Chrysler Full-Size Trucks 1967-1988 Repair Guide



The alternator charging system is a negative (-) ground system which consists of an alternator, a regulator, a charge indicator, a storage battery, the wiring connecting the components, and fuse link wire.

The alternator is belt-driven from the engine. Energy is supplied from the alternator/regulator system to the rotating field through two brushes and finally two slip rings. The slip rings are mounted on the rotor shaft and are connected to the field coil. This energy supplied to the rotating field from the battery is called excitation current and is used to initially energize the field to begin the generation of electricity. Once the alternator starts to generate electricity, the excitation current comes from its own output rather than the battery.

The alternator produces power in the form of alternating voltage. The alternating current is rectified by 6 diodes into direct current. The direct current is then used to charge the battery and power the rest of the electrical system.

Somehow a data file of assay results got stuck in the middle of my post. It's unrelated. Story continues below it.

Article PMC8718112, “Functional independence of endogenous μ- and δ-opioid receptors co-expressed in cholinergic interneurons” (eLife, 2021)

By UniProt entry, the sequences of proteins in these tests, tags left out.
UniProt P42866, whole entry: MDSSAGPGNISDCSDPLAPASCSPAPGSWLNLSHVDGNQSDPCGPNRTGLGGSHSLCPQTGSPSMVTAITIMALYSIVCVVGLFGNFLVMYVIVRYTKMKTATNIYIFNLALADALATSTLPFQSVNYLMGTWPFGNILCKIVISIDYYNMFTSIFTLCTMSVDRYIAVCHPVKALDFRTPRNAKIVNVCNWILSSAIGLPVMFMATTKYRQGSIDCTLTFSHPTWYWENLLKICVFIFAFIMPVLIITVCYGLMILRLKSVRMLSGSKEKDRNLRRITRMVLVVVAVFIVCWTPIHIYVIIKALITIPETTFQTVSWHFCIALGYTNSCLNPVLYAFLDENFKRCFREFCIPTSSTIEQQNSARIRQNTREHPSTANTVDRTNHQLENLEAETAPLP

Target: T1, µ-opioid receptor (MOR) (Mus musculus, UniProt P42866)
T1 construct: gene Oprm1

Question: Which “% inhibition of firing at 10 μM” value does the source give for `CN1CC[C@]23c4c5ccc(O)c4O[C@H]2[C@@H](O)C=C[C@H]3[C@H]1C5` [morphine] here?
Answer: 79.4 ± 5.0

When the ignition key is turned ON , current flows from the battery, through the charging system indicator light on the instrument panel, to the voltage regulator, and to the alternator. Since the alternator is not producing any current, the alternator warning light comes on. When the engine is started, the alternator begins to produce current and turns the alternator light off. As the alternator spins and produces current, the current is divided in two ways: part to the battery to charge the battery and power the electrical components of the vehicle, and part is returned to the alternator to enable it to increase its output. In this situation, the alternator is receiving current from the battery and from itself. A voltage regulator is wired into the current supply to the alternator to prevent it from receiving too much current which would cause it to put out too much current. Conversely, if the voltage regulator does not allow the alternator to receive enough current, the battery will not be charged fully and will eventually go dead.